Opening Remarks of Del. Madeleine Z. Bordallo Chairwoman, Subcommittee on Fisheries, Wildlife and Oceans Oversight Hearing on "The Birds and the Bees: How Pollinators Help Maintain Healthy Ecosystems"
We learn as children that reproduction is as simple as the birds and the bees. The understated message we rarely take away from that instruction is, however, that those same birds and bees are essential to maintain biodiversity and healthy ecosystems around the world.
This afternoon, the Fisheries Subcommittee will shift its conventional focus from game animals to those other forms of wildlife; wildlife that often escape our attention but are nonetheless indispensable in the web of life. In fact, were it not for the hummingbirds, bats and butterflies - to name just a few types of wild pollinators - it is hard to imagine a landscape capable of supporting any wildlife at all.
This week we are celebrating National Pollinators Week in recognition of the vital importance of pollinators in maintaining not only agriculture, but also biodiversity and healthy landscapes. I commend the organizers of the North American Pollinator Protection Campaign for their efforts in generating public awareness about the role of pollinators and what we need to do to conserve this vital ecological service.
In a world forecast to experience unpredictable climate change, we simply cannot afford to squander our pollinator resource if we hope to maintain food security and biologically diverse forests, grasslands, wetlands and deserts. I am pleased that we will have experts of the caliber of Dr. Lovejoy and Dr. Berenbaum to explain the status of pollinators and their importance in maintaining biodiversity.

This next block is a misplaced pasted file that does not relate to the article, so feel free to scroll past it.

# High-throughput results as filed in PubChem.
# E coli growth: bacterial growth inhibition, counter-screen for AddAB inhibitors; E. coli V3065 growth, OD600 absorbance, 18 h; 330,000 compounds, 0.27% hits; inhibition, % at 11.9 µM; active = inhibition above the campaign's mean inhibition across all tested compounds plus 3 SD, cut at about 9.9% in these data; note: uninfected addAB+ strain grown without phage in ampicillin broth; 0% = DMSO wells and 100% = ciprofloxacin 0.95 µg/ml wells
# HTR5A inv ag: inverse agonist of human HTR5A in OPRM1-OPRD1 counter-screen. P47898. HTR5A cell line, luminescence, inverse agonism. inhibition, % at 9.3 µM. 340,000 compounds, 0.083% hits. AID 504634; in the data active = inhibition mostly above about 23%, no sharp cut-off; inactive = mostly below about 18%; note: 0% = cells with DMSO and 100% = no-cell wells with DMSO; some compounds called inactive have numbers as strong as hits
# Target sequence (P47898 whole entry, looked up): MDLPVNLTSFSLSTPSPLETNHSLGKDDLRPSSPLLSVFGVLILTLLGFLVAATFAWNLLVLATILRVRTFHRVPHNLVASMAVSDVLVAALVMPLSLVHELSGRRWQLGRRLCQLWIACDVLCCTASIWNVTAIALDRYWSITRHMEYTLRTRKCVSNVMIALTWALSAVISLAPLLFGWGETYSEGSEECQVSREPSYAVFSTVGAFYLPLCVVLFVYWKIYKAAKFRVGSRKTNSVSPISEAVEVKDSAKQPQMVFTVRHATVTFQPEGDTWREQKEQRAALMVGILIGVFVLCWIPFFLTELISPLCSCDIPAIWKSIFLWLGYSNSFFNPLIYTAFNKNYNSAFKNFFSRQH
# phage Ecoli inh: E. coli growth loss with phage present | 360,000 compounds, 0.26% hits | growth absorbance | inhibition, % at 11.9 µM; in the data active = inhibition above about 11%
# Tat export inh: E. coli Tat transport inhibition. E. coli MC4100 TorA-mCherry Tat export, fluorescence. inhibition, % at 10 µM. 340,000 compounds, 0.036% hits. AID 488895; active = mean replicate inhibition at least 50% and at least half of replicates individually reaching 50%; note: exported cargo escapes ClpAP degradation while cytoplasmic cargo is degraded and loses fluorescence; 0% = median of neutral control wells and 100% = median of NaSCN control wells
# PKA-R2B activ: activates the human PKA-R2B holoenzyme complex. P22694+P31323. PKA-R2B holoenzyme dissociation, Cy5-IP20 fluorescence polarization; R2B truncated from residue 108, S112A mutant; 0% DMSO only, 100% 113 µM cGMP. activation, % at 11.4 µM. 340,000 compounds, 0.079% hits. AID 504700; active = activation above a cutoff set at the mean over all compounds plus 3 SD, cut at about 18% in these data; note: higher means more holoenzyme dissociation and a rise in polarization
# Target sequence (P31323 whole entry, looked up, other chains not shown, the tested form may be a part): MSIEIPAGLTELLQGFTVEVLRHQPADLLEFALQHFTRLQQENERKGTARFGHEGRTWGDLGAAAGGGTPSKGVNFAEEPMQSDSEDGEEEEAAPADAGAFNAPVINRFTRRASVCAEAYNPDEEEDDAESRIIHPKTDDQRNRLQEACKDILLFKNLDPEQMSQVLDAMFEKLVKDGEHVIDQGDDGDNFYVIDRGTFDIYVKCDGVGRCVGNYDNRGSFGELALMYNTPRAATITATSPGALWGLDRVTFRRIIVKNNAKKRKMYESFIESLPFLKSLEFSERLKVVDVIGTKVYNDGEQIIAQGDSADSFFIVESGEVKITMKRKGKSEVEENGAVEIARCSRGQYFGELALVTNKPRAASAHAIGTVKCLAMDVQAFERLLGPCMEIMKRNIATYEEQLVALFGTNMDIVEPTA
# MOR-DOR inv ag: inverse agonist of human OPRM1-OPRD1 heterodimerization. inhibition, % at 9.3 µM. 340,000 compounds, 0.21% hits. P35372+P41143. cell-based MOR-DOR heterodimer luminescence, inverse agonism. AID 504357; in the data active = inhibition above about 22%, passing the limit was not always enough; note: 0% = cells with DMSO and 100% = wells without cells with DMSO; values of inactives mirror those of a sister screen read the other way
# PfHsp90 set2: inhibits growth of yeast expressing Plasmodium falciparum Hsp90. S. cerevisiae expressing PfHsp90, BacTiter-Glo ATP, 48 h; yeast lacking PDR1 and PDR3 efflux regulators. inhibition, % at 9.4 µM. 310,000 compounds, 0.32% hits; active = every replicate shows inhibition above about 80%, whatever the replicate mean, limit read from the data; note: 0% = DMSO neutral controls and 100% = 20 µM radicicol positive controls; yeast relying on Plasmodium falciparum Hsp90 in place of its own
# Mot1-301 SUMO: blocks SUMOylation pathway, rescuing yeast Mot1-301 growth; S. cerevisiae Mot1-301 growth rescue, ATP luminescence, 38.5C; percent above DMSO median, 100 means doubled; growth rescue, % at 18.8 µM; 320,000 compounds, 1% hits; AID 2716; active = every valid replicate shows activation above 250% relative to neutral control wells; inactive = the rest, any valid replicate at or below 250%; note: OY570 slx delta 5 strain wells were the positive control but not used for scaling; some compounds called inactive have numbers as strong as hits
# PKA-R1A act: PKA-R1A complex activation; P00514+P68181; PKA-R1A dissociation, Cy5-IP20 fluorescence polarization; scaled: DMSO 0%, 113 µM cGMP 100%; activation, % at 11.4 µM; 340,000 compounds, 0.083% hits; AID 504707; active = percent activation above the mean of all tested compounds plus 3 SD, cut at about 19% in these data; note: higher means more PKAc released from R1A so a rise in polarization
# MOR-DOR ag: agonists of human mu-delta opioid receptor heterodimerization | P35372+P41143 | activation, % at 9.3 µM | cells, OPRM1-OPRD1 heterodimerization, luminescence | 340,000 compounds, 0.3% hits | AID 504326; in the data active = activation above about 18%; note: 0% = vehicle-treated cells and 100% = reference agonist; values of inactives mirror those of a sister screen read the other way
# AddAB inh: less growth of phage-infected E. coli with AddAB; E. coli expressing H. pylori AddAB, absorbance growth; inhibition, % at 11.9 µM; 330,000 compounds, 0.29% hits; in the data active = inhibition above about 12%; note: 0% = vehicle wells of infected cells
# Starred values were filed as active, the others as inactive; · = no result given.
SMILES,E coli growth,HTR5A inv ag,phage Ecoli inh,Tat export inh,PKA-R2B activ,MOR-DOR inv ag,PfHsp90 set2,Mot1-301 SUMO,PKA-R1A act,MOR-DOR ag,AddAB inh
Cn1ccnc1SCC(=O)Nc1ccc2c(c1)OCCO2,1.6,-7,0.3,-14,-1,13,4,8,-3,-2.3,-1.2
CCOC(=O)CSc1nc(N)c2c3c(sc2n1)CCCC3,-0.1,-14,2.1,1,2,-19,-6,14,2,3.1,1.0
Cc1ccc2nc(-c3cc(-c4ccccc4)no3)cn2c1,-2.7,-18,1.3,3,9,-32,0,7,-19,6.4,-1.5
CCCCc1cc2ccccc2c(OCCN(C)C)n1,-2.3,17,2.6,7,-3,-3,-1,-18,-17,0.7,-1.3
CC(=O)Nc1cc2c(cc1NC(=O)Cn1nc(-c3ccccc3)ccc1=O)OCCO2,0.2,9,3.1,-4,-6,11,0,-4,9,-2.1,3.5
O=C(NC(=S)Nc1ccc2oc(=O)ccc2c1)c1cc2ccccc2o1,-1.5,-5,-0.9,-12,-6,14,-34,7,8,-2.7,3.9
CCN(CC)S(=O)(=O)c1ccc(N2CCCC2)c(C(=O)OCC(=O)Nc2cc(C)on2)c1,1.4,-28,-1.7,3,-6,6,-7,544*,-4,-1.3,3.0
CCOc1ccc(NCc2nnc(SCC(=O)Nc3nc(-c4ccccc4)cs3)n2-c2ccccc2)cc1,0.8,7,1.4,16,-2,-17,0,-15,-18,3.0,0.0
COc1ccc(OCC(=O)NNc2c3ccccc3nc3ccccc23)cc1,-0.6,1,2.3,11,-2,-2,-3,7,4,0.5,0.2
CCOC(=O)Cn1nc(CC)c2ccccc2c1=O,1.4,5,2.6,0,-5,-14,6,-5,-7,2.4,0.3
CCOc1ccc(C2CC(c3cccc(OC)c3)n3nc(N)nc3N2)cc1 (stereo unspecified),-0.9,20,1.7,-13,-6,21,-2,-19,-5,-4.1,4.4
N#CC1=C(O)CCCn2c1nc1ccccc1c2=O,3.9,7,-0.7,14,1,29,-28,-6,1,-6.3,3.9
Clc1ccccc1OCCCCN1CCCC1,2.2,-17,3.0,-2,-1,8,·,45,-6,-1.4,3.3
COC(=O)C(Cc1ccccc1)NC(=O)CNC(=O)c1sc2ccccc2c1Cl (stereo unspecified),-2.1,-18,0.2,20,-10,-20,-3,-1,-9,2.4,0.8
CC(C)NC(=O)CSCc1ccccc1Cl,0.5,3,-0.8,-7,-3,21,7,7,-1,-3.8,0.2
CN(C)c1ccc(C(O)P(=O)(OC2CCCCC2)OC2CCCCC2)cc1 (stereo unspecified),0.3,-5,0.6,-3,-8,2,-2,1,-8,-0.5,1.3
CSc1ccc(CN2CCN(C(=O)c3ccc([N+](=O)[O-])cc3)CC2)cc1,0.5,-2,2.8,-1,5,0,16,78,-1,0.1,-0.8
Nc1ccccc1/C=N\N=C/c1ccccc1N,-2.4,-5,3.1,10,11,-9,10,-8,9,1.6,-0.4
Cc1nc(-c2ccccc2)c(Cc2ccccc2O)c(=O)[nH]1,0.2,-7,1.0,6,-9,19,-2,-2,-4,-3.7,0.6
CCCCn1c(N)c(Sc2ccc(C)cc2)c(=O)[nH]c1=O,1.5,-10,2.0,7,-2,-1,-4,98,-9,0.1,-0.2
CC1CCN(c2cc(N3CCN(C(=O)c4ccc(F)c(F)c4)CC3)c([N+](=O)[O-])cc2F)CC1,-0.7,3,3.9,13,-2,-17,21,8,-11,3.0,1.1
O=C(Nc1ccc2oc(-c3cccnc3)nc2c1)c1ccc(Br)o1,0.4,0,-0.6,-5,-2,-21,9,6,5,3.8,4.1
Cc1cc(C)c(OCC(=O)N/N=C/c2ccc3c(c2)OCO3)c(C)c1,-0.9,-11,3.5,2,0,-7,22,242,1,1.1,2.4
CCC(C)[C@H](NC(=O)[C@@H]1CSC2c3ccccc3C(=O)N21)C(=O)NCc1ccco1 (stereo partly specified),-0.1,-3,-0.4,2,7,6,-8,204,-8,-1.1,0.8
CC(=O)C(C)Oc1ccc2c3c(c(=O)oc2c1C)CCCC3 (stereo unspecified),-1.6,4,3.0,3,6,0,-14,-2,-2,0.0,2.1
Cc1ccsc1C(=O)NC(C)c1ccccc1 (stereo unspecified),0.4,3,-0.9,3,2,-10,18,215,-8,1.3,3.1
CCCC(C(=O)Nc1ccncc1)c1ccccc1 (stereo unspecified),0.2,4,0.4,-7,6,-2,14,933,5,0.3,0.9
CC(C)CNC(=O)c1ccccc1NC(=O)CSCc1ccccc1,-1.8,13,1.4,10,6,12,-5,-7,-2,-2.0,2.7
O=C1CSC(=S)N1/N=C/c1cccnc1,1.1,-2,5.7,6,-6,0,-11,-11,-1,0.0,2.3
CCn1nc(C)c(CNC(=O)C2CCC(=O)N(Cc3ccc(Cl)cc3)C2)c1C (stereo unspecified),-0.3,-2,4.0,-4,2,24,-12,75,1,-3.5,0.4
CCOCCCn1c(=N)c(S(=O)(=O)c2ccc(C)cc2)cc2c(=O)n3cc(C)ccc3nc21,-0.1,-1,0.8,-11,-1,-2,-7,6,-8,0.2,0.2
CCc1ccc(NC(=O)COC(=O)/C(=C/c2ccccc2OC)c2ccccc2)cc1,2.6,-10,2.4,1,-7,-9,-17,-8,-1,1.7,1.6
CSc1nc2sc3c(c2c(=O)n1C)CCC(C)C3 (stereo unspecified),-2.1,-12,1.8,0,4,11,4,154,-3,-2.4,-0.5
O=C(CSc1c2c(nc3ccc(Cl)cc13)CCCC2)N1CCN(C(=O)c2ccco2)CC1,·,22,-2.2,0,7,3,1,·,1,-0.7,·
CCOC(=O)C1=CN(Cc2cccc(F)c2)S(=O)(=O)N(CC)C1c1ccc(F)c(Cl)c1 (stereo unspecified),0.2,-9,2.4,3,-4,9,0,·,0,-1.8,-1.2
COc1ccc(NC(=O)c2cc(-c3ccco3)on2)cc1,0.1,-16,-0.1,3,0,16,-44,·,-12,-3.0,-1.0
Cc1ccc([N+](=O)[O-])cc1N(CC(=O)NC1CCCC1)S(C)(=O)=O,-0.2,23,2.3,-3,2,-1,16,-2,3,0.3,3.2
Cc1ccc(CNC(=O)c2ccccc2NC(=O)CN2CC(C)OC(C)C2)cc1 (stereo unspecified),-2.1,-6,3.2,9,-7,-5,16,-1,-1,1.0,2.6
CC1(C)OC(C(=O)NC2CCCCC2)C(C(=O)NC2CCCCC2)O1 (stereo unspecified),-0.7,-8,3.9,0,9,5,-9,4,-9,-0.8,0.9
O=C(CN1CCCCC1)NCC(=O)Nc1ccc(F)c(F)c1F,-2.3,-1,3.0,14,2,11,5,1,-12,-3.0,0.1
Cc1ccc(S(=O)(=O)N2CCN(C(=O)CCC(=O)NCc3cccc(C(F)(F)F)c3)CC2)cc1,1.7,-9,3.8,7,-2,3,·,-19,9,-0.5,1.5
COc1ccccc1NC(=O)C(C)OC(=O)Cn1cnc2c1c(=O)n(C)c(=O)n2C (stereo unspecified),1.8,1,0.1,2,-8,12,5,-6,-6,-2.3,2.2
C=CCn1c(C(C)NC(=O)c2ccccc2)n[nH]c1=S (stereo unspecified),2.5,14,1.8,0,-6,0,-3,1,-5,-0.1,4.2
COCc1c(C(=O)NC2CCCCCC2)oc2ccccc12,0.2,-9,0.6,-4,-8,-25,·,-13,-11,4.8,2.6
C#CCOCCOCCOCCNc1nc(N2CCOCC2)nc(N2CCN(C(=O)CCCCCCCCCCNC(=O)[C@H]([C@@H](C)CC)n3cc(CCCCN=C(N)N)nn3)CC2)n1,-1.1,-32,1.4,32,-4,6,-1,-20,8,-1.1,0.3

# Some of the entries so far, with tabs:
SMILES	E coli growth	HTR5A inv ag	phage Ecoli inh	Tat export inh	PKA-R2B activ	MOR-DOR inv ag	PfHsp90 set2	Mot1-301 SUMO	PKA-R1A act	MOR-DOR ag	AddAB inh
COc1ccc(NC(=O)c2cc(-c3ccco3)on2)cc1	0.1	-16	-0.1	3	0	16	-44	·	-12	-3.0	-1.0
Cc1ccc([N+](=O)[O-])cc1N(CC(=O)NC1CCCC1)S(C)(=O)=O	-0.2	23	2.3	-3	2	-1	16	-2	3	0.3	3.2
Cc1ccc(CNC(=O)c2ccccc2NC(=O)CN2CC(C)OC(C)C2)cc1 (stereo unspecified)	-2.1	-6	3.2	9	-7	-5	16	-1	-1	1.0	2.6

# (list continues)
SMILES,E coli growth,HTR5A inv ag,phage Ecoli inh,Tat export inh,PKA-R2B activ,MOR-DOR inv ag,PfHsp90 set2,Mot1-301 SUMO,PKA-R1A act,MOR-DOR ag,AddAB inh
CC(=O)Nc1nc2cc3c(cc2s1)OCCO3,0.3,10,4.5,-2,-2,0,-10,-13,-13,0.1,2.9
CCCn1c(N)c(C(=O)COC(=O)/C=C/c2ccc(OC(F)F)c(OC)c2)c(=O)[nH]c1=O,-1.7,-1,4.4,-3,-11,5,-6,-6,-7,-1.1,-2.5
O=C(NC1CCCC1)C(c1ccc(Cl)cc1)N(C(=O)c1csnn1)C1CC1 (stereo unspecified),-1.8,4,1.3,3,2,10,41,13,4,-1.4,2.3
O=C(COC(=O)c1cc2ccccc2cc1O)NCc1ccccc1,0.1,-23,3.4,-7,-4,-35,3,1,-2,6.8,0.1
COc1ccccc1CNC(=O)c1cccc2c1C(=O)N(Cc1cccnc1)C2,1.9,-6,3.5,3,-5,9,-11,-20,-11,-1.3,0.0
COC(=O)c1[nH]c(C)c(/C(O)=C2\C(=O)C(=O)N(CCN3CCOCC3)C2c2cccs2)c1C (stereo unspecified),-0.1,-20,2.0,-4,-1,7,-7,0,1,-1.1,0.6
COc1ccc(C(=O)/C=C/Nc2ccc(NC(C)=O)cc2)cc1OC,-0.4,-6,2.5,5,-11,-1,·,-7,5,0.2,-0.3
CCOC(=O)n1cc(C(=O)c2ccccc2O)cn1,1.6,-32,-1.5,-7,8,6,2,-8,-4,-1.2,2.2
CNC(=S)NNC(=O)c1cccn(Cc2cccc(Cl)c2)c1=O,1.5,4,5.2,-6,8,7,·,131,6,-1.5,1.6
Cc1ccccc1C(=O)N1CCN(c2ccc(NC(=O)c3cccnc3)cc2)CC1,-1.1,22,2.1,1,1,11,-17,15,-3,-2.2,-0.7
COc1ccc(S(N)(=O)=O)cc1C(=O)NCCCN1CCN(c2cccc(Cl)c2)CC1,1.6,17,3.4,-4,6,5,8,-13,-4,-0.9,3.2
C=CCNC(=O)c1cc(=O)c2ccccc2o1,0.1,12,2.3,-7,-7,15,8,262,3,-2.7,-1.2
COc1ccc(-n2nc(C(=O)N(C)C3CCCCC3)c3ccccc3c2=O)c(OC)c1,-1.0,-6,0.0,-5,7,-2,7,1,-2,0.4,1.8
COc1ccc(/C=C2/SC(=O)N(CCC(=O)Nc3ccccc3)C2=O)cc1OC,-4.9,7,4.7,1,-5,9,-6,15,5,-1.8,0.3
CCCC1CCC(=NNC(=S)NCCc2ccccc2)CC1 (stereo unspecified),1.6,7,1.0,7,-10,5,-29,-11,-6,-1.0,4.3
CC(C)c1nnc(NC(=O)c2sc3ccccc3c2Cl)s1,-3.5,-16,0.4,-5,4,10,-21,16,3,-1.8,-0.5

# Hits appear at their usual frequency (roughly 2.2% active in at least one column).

It is also important that federal land managers and private landowners consider the needs of pollinators as a normal part of doing business. To the extent that we can be better pollinator stewards, we can avoid unnecessary harm of pollinators and reduce the impact of threats facing pollinator populations, such as invasive species or habitat fragmentation.
I will look forward to hearing from all our witnesses to learn more about what both the public and private sectors are doing to support pollinator conservation across our country.
In closing, we would be wise to abide by the message once delivered by biologist E.O. Wilson who said, "The evidence is overwhelming that wild pollinators are declining around the world Humanity, for its own sake, must attend to the forgotten pollinators and their countless dependent plant species."
Let us begin that effort.